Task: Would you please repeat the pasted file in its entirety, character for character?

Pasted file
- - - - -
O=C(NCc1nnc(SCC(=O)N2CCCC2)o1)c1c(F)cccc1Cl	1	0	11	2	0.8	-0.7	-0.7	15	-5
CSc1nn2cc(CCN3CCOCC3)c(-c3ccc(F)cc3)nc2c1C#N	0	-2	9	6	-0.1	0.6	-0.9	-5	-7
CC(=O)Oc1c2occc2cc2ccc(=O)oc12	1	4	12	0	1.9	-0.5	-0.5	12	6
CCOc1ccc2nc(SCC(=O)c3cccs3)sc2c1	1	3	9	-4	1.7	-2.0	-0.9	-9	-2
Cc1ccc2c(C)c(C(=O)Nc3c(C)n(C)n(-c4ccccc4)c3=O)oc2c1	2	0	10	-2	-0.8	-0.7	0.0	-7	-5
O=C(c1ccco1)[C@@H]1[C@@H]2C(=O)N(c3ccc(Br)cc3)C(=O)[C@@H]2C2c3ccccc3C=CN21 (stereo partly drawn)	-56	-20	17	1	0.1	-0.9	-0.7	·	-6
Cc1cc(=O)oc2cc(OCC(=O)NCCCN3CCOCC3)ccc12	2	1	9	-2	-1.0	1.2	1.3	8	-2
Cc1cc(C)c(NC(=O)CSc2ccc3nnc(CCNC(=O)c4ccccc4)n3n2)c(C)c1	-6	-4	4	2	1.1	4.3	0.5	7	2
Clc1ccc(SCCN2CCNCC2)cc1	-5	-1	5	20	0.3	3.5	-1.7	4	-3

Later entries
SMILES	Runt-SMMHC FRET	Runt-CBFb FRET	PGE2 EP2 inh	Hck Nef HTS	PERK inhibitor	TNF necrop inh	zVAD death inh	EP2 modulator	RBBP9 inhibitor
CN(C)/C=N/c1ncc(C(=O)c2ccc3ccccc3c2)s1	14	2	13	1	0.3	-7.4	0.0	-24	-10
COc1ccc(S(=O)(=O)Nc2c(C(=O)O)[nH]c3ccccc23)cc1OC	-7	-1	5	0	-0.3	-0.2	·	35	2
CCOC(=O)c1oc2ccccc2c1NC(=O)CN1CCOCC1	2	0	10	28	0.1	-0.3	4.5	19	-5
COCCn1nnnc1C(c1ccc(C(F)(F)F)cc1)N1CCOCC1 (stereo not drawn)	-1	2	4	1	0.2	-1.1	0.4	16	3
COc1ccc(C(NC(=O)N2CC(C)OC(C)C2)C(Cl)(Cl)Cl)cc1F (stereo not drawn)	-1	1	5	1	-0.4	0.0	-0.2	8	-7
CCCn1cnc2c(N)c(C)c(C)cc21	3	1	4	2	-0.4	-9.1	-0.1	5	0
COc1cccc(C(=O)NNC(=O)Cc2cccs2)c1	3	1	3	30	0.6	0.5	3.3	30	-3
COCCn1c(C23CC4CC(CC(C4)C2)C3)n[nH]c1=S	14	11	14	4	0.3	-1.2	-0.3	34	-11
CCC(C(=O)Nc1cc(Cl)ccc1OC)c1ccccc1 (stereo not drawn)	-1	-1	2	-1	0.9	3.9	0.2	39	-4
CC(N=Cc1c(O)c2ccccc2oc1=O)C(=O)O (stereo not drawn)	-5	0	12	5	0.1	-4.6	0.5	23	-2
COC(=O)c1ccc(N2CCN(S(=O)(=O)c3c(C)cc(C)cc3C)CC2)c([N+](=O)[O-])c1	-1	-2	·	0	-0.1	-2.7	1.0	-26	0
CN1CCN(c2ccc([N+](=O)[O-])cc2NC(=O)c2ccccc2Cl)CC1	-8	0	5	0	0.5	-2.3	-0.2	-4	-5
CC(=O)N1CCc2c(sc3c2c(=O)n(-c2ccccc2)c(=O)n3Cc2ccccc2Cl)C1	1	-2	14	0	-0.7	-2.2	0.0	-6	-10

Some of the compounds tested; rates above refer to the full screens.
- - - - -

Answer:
O=C(NCc1nnc(SCC(=O)N2CCCC2)o1)c1c(F)cccc1Cl	1	0	11	2	0.8	-0.7	-0.7	15	-5
CSc1nn2cc(CCN3CCOCC3)c(-c3ccc(F)cc3)nc2c1C#N	0	-2	9	6	-0.1	0.6	-0.9	-5	-7
CC(=O)Oc1c2occc2cc2ccc(=O)oc12	1	4	12	0	1.9	-0.5	-0.5	12	6
CCOc1ccc2nc(SCC(=O)c3cccs3)sc2c1	1	3	9	-4	1.7	-2.0	-0.9	-9	-2
Cc1ccc2c(C)c(C(=O)Nc3c(C)n(C)n(-c4ccccc4)c3=O)oc2c1	2	0	10	-2	-0.8	-0.7	0.0	-7	-5
O=C(c1ccco1)[C@@H]1[C@@H]2C(=O)N(c3ccc(Br)cc3)C(=O)[C@@H]2C2c3ccccc3C=CN21 (stereo partly drawn)	-56	-20	17	1	0.1	-0.9	-0.7	·	-6
Cc1cc(=O)oc2cc(OCC(=O)NCCCN3CCOCC3)ccc12	2	1	9	-2	-1.0	1.2	1.3	8	-2
Cc1cc(C)c(NC(=O)CSc2ccc3nnc(CCNC(=O)c4ccccc4)n3n2)c(C)c1	-6	-4	4	2	1.1	4.3	0.5	7	2
Clc1ccc(SCCN2CCNCC2)cc1	-5	-1	5	20	0.3	3.5	-1.7	4	-3

Later entries
SMILES	Runt-SMMHC FRET	Runt-CBFb FRET	PGE2 EP2 inh	Hck Nef HTS	PERK inhibitor	TNF necrop inh	zVAD death inh	EP2 modulator	RBBP9 inhibitor
CN(C)/C=N/c1ncc(C(=O)c2ccc3ccccc3c2)s1	14	2	13	1	0.3	-7.4	0.0	-24	-10
COc1ccc(S(=O)(=O)Nc2c(C(=O)O)[nH]c3ccccc23)cc1OC	-7	-1	5	0	-0.3	-0.2	·	35	2
CCOC(=O)c1oc2ccccc2c1NC(=O)CN1CCOCC1	2	0	10	28	0.1	-0.3	4.5	19	-5
COCCn1nnnc1C(c1ccc(C(F)(F)F)cc1)N1CCOCC1 (stereo not drawn)	-1	2	4	1	0.2	-1.1	0.4	16	3
COc1ccc(C(NC(=O)N2CC(C)OC(C)C2)C(Cl)(Cl)Cl)cc1F (stereo not drawn)	-1	1	5	1	-0.4	0.0	-0.2	8	-7
CCCn1cnc2c(N)c(C)c(C)cc21	3	1	4	2	-0.4	-9.1	-0.1	5	0
COc1cccc(C(=O)NNC(=O)Cc2cccs2)c1	3	1	3	30	0.6	0.5	3.3	30	-3
COCCn1c(C23CC4CC(CC(C4)C2)C3)n[nH]c1=S	14	11	14	4	0.3	-1.2	-0.3	34	-11
CCC(C(=O)Nc1cc(Cl)ccc1OC)c1ccccc1 (stereo not drawn)	-1	-1	2	-1	0.9	3.9	0.2	39	-4
CC(N=Cc1c(O)c2ccccc2oc1=O)C(=O)O (stereo not drawn)	-5	0	12	5	0.1	-4.6	0.5	23	-2
COC(=O)c1ccc(N2CCN(S(=O)(=O)c3c(C)cc(C)cc3C)CC2)c([N+](=O)[O-])c1	-1	-2	·	0	-0.1	-2.7	1.0	-26	0
CN1CCN(c2ccc([N+](=O)[O-])cc2NC(=O)c2ccccc2Cl)CC1	-8	0	5	0	0.5	-2.3	-0.2	-4	-5
CC(=O)N1CCc2c(sc3c2c(=O)n(-c2ccccc2)c(=O)n3Cc2ccccc2Cl)C1	1	-2	14	0	-0.7	-2.2	0.0	-6	-10

Some of the compounds tested; rates above refer to the full screens.